Lightning bugs in a jar
By Jan Penton
The colorful lights of fireflies winked and blinked as afternoon shadows gave way to dusk. Mamaw and Papaw’s Neshoba County farmyard teemed with cousins creating their own brand of fun. The warm, quiet afternoon transformed into a wonderland of adventure as children’s lighthearted laughter filled the sultry summer air.
“I got another one; that makes five for me!” yelled Rosie.
Carol’s voice rang with excitement, “I’m gonna catch up with you when I get this one. Just wait and see!”
The older kids’ jars were filled with magical, colorful lights while the younger cousins’ bare feet padded across the yard in search of God’s magnificent treasures. I’m afraid my little brothers captured more sand burrs and leftovers from the chickens’ evening meal than lightning bugs, and my evening quota was disappointingly somewhere between the two.
Skinny legs darted quickly about trying to fill my jar before Mamaw called us in for supper. My post as middle child was keenly felt at times like this. The competitive nature I was born with fueled my desire to keep up with the older kids.
Unfortunately, having not quite mastered the art of unselfishness, I gave no thought of trying to help the younger ones with their almost empty jars.
Before my jar lit up sufficiently with color Mamaw’s singsong voice rang out, “Come in for supper!” With only a perfunctory grumble or two, we all skipped toward the house. Delightful smells of fried chicken and homemade biscuits had been temping our rumbling tummies for quite sometime. Bare feet tracked sand and dirt into the old green farmhouse as we ran to wash up for supper.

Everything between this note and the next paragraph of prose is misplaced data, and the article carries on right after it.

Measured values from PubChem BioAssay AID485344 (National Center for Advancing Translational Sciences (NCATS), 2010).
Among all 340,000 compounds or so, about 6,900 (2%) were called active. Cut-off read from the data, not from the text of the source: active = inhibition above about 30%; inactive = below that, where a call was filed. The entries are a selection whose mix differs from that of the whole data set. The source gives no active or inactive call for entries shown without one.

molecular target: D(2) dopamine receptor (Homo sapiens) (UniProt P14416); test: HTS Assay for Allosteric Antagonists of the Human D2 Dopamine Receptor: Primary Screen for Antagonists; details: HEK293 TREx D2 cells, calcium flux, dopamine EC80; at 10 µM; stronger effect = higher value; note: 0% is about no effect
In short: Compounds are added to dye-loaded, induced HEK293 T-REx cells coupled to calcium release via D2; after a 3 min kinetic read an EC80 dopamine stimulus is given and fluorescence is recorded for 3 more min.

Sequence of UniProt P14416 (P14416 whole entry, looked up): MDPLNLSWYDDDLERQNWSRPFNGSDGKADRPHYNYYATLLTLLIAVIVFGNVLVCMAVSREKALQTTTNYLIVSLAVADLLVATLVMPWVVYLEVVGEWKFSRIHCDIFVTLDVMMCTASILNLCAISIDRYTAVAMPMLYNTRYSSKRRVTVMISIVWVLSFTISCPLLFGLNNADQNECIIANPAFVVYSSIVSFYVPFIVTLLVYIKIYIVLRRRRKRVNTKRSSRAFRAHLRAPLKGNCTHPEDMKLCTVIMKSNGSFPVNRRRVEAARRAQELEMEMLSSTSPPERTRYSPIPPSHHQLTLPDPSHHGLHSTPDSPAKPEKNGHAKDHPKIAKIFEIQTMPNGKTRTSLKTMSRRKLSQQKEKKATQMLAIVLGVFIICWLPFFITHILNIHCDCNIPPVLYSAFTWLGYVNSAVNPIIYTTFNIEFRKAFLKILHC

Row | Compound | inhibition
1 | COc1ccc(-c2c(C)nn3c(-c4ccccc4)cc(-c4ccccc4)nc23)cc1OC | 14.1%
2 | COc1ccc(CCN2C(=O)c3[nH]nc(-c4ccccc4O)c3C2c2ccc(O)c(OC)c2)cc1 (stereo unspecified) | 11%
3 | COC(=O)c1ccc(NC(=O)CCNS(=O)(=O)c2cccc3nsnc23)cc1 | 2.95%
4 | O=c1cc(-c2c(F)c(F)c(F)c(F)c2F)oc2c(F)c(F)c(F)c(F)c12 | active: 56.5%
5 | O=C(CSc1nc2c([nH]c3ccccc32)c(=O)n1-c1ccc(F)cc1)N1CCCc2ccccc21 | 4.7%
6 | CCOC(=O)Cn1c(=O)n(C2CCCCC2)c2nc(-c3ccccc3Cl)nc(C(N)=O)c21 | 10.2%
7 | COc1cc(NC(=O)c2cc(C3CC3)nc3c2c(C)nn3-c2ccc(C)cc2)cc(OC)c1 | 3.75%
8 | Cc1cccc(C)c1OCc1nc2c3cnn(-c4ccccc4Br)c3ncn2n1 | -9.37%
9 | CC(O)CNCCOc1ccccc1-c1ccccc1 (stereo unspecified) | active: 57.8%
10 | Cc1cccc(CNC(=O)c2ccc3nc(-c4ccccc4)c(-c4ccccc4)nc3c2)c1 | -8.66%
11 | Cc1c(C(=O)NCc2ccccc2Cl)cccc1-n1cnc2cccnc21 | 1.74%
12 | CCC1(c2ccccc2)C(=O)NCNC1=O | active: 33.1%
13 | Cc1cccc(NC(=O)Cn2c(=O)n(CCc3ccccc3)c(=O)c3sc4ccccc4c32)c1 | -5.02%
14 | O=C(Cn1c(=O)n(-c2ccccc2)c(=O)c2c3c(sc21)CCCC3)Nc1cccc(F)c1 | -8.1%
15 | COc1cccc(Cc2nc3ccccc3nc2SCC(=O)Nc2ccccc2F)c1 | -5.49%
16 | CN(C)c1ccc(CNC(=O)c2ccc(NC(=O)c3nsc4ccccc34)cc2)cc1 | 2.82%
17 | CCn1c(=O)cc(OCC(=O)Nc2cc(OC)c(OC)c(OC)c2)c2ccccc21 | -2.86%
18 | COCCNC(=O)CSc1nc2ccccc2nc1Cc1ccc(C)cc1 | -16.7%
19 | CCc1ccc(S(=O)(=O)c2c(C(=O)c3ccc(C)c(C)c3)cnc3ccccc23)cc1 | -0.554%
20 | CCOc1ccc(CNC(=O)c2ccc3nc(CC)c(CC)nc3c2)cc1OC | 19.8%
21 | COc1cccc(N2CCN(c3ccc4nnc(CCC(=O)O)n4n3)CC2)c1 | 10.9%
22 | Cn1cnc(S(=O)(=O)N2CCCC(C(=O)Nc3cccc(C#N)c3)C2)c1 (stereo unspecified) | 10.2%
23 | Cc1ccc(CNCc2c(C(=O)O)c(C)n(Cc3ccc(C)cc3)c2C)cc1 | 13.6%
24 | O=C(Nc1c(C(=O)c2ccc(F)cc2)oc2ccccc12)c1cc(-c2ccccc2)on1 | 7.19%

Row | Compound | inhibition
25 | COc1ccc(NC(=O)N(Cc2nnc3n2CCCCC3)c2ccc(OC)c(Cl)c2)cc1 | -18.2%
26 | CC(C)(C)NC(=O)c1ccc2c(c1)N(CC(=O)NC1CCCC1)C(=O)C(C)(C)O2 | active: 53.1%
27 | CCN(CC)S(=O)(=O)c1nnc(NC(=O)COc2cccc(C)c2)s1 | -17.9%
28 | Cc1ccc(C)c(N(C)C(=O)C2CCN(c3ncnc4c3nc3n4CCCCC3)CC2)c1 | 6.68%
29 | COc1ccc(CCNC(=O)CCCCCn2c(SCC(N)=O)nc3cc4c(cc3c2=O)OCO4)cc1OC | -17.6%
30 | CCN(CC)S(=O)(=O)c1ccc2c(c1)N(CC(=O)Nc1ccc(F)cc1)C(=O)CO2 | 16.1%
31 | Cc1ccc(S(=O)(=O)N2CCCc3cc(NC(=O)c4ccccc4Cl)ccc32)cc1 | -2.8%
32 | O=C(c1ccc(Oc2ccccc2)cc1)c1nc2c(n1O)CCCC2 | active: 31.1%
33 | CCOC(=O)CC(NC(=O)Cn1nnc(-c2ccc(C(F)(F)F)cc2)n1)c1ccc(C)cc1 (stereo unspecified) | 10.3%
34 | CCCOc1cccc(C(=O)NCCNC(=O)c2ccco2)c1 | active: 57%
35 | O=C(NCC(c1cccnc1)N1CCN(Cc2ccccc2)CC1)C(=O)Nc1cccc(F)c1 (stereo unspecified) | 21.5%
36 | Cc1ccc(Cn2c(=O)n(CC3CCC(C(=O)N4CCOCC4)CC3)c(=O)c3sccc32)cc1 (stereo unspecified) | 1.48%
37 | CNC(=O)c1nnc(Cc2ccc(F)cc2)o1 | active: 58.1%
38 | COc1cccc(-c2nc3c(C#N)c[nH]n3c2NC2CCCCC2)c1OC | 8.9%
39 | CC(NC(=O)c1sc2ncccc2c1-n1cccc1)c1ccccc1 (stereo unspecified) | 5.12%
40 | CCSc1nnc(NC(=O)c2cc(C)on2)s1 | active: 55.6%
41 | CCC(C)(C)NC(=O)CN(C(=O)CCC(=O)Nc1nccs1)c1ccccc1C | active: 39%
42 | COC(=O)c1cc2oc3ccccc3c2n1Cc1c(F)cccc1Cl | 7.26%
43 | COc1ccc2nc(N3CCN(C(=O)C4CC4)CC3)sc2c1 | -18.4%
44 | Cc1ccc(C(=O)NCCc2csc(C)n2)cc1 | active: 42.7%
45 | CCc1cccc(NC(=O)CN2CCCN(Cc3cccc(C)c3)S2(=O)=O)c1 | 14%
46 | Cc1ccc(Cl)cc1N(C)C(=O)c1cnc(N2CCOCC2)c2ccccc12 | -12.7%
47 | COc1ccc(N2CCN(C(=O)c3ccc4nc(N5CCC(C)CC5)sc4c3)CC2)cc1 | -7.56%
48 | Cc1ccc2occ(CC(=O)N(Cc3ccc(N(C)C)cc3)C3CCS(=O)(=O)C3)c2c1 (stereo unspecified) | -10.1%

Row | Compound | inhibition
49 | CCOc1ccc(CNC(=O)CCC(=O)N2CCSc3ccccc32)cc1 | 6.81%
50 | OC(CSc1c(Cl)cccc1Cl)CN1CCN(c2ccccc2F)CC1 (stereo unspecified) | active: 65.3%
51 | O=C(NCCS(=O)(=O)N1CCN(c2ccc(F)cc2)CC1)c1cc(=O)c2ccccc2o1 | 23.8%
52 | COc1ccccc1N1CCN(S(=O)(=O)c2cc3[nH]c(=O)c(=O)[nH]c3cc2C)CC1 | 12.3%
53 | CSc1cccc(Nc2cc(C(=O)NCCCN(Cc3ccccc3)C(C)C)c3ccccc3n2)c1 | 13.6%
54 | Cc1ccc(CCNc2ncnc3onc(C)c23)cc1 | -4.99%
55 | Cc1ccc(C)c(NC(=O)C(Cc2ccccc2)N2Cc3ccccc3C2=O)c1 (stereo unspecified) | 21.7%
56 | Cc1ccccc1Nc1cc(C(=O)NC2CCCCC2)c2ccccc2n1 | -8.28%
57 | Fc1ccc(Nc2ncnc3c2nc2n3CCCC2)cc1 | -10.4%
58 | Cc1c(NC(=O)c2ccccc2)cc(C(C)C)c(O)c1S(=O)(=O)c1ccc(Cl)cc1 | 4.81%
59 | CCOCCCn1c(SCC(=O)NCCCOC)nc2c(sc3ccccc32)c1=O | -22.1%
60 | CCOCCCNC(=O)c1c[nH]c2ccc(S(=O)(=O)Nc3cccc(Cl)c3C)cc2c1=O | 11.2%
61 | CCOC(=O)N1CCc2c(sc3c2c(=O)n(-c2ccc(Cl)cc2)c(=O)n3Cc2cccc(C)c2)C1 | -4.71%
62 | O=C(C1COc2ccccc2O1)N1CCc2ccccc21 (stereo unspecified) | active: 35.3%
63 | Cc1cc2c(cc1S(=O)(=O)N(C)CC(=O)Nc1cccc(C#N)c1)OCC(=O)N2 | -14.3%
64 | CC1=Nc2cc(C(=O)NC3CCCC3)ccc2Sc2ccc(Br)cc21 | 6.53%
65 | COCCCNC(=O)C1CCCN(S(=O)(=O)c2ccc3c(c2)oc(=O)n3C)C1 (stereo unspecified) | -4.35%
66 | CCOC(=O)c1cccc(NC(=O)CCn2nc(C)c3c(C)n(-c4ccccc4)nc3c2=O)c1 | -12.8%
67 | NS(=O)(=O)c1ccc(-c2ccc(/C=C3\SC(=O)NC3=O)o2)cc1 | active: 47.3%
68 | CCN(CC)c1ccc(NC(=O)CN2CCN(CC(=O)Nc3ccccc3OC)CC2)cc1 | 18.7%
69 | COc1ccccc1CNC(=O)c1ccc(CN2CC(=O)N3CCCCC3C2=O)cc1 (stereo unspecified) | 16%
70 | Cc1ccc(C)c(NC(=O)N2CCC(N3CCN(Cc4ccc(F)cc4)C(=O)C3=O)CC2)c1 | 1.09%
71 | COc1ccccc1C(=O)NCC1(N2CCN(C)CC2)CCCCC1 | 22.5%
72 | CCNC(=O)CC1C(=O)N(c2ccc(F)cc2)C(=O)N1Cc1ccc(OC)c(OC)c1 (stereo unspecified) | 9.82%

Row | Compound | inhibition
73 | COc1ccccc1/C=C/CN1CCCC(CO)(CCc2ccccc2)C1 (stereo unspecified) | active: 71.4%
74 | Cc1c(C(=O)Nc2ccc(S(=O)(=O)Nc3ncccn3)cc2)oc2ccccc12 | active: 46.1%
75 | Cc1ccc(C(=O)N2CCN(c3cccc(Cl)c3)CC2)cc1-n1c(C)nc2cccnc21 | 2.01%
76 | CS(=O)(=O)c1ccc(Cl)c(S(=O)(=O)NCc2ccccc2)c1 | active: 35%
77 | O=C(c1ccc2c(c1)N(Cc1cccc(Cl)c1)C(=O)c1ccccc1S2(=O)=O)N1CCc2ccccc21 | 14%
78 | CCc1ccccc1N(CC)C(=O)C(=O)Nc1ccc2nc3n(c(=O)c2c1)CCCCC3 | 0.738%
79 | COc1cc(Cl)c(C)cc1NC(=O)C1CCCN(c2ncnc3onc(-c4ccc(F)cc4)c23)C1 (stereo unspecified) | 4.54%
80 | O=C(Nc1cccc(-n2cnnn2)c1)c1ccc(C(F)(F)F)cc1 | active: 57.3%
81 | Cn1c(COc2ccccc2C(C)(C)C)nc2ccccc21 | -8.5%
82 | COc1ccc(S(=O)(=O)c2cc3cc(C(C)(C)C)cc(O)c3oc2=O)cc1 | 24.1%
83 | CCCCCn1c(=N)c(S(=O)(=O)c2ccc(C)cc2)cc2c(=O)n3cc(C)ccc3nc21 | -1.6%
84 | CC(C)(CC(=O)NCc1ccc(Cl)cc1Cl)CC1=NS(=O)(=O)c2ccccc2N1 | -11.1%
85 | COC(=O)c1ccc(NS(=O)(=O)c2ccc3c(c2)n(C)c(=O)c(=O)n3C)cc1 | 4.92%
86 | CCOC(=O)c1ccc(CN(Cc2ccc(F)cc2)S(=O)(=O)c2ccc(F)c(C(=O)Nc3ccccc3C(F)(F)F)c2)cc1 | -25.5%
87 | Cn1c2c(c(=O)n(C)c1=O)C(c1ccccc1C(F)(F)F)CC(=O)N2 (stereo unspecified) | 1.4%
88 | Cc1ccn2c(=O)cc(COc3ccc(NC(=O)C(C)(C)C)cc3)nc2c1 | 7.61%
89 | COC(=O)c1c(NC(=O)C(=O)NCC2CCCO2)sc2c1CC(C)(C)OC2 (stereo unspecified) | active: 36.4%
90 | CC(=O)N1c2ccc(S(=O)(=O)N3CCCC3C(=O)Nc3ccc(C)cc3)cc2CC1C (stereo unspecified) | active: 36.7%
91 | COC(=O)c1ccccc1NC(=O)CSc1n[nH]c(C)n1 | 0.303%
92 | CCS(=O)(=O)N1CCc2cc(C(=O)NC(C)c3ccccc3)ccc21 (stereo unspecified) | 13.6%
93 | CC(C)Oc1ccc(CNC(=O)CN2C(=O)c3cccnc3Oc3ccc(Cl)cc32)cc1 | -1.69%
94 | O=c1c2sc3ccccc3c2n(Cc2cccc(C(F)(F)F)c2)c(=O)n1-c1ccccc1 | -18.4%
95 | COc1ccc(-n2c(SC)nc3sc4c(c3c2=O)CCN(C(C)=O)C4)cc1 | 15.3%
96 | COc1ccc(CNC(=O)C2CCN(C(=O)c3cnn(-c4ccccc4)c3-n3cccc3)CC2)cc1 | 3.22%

The large table practically groaned with the weight of scrumptious food. A big white clump of lard was used in making every batch of the flaky treats that we inhaled so quickly after grace.
We usually peeked out from tightly closed eyelids to see who might be also peeking around the room during grace. All of us seemed totally unaware that our guilt was also obvious when we pointed out the failings of our peers. When the lard buckets were emptied of their contents and had been carefully cleaned, they were saved for Mawaw’s brood of grandchildren to each have a special booster seat.
My grandmother never complained that I can recall. She worked hard every day to keep three meals on the table for anyone who happened by. If she tired of grandchildren messing up her house and adding so much work to her life she never let us know.
I wonder if she asked the Lord for strength to keep going when her steps slowed? I wonder if she grew weary of making beds and washing clothes for so many little ones?
I’ll never know. But I do know that Mamaw, in her selflessness, quietly thought of the needs of others before her own. As I look back on sweet days of yesteryear, I am strengthened in my own battle against selfishness by the wonderful example of my grandmother. Her love, just as the fireflies I so well remember, shone bright and strong.
Let your light so shine before men, that they may remember your good works, and glorify your Father which is in heaven. (Matthew 5:16 KJV)